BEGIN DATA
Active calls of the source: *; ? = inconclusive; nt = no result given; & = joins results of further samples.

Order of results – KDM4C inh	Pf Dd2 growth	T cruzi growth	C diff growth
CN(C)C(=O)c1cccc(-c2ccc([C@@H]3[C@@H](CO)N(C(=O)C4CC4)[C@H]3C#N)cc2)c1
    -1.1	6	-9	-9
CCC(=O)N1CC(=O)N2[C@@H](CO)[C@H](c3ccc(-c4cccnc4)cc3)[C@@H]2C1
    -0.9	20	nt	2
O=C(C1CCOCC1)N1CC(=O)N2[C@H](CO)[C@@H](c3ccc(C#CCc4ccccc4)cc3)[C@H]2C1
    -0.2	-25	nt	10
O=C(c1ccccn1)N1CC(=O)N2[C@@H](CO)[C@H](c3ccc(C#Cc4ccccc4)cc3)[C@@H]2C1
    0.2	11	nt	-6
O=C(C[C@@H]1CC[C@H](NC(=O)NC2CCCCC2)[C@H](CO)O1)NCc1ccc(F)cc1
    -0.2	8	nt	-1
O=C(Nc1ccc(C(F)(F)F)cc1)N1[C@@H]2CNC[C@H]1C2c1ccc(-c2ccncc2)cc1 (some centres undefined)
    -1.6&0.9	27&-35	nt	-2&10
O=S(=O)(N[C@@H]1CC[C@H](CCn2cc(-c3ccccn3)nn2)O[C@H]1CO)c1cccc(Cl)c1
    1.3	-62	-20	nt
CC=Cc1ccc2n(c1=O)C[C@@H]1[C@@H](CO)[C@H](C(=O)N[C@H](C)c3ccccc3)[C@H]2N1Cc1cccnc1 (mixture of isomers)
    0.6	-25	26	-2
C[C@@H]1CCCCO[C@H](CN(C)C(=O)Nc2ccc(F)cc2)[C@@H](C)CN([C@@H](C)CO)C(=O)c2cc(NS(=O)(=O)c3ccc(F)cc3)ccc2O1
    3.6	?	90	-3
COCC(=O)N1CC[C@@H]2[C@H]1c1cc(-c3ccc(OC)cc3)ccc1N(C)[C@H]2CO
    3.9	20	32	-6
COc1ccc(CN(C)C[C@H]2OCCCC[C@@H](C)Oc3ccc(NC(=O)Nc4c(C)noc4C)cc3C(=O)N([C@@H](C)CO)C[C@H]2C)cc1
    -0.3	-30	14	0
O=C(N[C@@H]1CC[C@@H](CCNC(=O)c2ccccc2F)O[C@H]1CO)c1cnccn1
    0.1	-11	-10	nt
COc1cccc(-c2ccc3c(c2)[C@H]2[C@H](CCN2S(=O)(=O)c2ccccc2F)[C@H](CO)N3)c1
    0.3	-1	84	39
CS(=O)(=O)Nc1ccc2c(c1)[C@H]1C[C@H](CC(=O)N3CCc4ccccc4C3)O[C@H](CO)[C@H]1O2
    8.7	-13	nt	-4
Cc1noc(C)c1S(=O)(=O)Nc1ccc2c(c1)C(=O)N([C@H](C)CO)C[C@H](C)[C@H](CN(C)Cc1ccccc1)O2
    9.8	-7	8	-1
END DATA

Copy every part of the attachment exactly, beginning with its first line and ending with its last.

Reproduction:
Active calls of the source: *; ? = inconclusive; nt = no result given; & = joins results of further samples.

Order of results – KDM4C inh	Pf Dd2 growth	T cruzi growth	C diff growth
CN(C)C(=O)c1cccc(-c2ccc([C@@H]3[C@@H](CO)N(C(=O)C4CC4)[C@H]3C#N)cc2)c1
    -1.1	6	-9	-9
CCC(=O)N1CC(=O)N2[C@@H](CO)[C@H](c3ccc(-c4cccnc4)cc3)[C@@H]2C1
    -0.9	20	nt	2
O=C(C1CCOCC1)N1CC(=O)N2[C@H](CO)[C@@H](c3ccc(C#CCc4ccccc4)cc3)[C@H]2C1
    -0.2	-25	nt	10
O=C(c1ccccn1)N1CC(=O)N2[C@@H](CO)[C@H](c3ccc(C#Cc4ccccc4)cc3)[C@@H]2C1
    0.2	11	nt	-6
O=C(C[C@@H]1CC[C@H](NC(=O)NC2CCCCC2)[C@H](CO)O1)NCc1ccc(F)cc1
    -0.2	8	nt	-1
O=C(Nc1ccc(C(F)(F)F)cc1)N1[C@@H]2CNC[C@H]1C2c1ccc(-c2ccncc2)cc1 (some centres undefined)
    -1.6&0.9	27&-35	nt	-2&10
O=S(=O)(N[C@@H]1CC[C@H](CCn2cc(-c3ccccn3)nn2)O[C@H]1CO)c1cccc(Cl)c1
    1.3	-62	-20	nt
CC=Cc1ccc2n(c1=O)C[C@@H]1[C@@H](CO)[C@H](C(=O)N[C@H](C)c3ccccc3)[C@H]2N1Cc1cccnc1 (mixture of isomers)
    0.6	-25	26	-2
C[C@@H]1CCCCO[C@H](CN(C)C(=O)Nc2ccc(F)cc2)[C@@H](C)CN([C@@H](C)CO)C(=O)c2cc(NS(=O)(=O)c3ccc(F)cc3)ccc2O1
    3.6	?	90	-3
COCC(=O)N1CC[C@@H]2[C@H]1c1cc(-c3ccc(OC)cc3)ccc1N(C)[C@H]2CO
    3.9	20	32	-6
COc1ccc(CN(C)C[C@H]2OCCCC[C@@H](C)Oc3ccc(NC(=O)Nc4c(C)noc4C)cc3C(=O)N([C@@H](C)CO)C[C@H]2C)cc1
    -0.3	-30	14	0
O=C(N[C@@H]1CC[C@@H](CCNC(=O)c2ccccc2F)O[C@H]1CO)c1cnccn1
    0.1	-11	-10	nt
COc1cccc(-c2ccc3c(c2)[C@H]2[C@H](CCN2S(=O)(=O)c2ccccc2F)[C@H](CO)N3)c1
    0.3	-1	84	39
CS(=O)(=O)Nc1ccc2c(c1)[C@H]1C[C@H](CC(=O)N3CCc4ccccc4C3)O[C@H](CO)[C@H]1O2
    8.7	-13	nt	-4
Cc1noc(C)c1S(=O)(=O)Nc1ccc2c(c1)C(=O)N([C@H](C)CO)C[C@H](C)[C@H](CN(C)Cc1ccccc1)O2
    9.8	-7	8	-1